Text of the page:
We have an association of light=good and dark=bad, to the point where we even use them as synonyms. There are a lot of pretty obvious historical bases for these metaphors:

  1. Sunlight is the ultimate source of energy (and by extension, food and warmth) on Earth
  2. Humans have poor low-light vision, and are vulnerable at night
  3. Things generally get darker when they get dirtier, etc.

Is this a human universal?

Are there cultures/mythologies that flip it around?

2 Answers 2


The Daoist principle of Yin and Yang doesn't see light and dark as good and bad, but as complementary.

Yin is characterized as slow, soft, yielding, diffuse, cold, wet, and passive; and is associated with water, earth, the moon, femininity, and night time.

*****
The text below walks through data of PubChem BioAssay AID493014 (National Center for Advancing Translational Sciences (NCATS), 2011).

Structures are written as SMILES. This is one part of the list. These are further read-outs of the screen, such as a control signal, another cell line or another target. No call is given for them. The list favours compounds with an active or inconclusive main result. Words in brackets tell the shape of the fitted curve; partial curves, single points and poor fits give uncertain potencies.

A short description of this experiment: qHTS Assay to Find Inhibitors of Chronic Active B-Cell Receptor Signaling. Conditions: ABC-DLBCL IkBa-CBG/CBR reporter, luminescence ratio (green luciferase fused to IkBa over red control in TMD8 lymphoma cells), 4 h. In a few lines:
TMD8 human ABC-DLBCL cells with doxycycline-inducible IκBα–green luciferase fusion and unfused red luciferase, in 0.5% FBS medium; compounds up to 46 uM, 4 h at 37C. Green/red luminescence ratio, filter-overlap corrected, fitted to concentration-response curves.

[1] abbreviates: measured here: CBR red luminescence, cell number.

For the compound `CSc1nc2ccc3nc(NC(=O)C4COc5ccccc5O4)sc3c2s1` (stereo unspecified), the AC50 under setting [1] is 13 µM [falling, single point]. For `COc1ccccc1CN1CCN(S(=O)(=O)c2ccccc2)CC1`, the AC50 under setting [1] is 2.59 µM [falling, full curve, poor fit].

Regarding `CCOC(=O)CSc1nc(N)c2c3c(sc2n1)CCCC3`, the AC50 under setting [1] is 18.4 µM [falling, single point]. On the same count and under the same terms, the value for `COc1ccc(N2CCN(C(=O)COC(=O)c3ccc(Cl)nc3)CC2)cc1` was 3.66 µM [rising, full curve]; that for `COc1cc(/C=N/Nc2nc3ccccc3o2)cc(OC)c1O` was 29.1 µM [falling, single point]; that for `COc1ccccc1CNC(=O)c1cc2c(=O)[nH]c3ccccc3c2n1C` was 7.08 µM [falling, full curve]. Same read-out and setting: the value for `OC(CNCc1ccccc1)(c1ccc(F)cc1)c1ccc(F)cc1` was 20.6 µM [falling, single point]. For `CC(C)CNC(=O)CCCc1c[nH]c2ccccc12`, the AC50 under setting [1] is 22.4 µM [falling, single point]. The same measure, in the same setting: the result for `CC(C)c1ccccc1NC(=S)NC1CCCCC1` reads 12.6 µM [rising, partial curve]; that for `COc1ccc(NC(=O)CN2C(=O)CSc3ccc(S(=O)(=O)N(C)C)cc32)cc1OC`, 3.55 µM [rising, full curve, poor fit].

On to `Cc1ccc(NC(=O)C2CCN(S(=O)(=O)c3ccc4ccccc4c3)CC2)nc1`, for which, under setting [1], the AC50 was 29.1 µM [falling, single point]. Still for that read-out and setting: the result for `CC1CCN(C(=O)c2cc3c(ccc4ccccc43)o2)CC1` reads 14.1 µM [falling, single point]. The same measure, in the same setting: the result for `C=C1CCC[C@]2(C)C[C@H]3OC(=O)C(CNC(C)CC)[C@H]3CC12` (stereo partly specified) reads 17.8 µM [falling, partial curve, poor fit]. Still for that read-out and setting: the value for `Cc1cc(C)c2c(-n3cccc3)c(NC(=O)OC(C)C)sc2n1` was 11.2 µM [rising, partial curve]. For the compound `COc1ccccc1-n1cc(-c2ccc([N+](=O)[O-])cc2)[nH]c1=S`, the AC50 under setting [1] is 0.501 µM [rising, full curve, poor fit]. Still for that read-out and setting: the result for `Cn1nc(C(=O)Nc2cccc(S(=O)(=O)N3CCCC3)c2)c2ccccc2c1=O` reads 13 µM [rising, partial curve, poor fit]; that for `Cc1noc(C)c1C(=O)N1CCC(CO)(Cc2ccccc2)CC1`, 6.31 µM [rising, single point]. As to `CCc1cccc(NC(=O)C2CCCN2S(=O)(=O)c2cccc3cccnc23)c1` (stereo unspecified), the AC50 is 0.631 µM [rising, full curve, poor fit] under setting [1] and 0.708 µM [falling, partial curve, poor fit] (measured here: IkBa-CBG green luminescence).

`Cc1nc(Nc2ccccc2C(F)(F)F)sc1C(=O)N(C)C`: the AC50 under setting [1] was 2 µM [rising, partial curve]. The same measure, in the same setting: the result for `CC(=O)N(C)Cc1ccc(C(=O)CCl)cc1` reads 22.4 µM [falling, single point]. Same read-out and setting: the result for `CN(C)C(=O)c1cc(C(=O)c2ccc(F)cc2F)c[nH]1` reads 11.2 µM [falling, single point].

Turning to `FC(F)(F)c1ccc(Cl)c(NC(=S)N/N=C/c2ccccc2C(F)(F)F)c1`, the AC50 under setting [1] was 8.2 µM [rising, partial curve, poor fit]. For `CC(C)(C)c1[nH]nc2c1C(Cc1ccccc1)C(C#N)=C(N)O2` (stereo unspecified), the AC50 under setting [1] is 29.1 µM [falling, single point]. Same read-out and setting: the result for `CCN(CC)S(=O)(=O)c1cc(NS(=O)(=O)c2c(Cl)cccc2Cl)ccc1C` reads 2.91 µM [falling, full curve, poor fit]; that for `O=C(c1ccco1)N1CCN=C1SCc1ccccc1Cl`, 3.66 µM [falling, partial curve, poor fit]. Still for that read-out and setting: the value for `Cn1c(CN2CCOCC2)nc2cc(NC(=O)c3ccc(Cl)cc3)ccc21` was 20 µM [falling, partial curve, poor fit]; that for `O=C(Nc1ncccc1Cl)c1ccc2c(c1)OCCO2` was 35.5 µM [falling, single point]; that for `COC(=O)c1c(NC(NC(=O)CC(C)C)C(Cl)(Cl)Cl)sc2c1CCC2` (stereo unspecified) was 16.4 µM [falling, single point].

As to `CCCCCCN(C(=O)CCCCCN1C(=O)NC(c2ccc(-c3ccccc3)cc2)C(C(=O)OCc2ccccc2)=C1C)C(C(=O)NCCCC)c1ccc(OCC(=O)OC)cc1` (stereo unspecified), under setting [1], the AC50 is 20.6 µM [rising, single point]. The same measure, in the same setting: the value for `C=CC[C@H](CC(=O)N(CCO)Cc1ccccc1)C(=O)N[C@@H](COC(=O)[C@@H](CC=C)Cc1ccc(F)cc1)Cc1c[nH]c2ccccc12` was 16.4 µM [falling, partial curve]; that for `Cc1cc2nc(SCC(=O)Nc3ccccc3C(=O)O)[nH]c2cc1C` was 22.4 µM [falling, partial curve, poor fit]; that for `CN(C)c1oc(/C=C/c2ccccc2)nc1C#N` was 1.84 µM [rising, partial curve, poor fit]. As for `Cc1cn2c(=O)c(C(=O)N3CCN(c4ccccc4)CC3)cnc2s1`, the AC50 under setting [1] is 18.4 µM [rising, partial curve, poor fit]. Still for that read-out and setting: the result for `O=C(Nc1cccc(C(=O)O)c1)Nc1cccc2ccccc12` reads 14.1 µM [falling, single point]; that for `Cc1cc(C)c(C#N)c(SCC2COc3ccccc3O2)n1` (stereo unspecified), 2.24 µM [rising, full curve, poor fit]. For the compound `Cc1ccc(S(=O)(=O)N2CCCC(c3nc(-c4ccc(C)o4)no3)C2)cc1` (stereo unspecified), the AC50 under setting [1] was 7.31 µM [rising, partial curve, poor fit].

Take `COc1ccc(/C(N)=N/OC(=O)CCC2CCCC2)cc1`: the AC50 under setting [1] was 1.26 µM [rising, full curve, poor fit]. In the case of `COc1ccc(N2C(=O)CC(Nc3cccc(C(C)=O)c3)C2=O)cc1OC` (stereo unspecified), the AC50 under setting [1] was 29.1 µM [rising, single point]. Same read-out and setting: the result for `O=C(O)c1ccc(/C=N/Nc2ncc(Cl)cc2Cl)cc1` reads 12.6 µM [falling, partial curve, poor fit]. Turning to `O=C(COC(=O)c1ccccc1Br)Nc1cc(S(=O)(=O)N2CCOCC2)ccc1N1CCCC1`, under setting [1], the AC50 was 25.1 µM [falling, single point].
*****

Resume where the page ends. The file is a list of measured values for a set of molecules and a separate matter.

Yang, by contrast, is fast, hard, solid, focused, hot, dry, and active; and is associated with fire, sky, the sun, masculinity and daytime.

However, there is no good or bad associated with Yin or Yang.


I don't think so. Because this good and bad is related to the journey of the sun through a year. In spring and summer, day-time is longer than the night-time. During this period the sun wins against darkness. There are crops, harvest, food, warmth, etc.

However, in winter and fall, the night-time is longer. The sun loses against darkness. This period, especially winter, is a scary test for ancient men. No plants, no harvest, no warmth. If you don't prepare yourself for winter while the sun is winning, you can easily die because of cold, lack of food, etc.

Therefore, in my opinion, favoring darkness doesn't make sense for ancient people.

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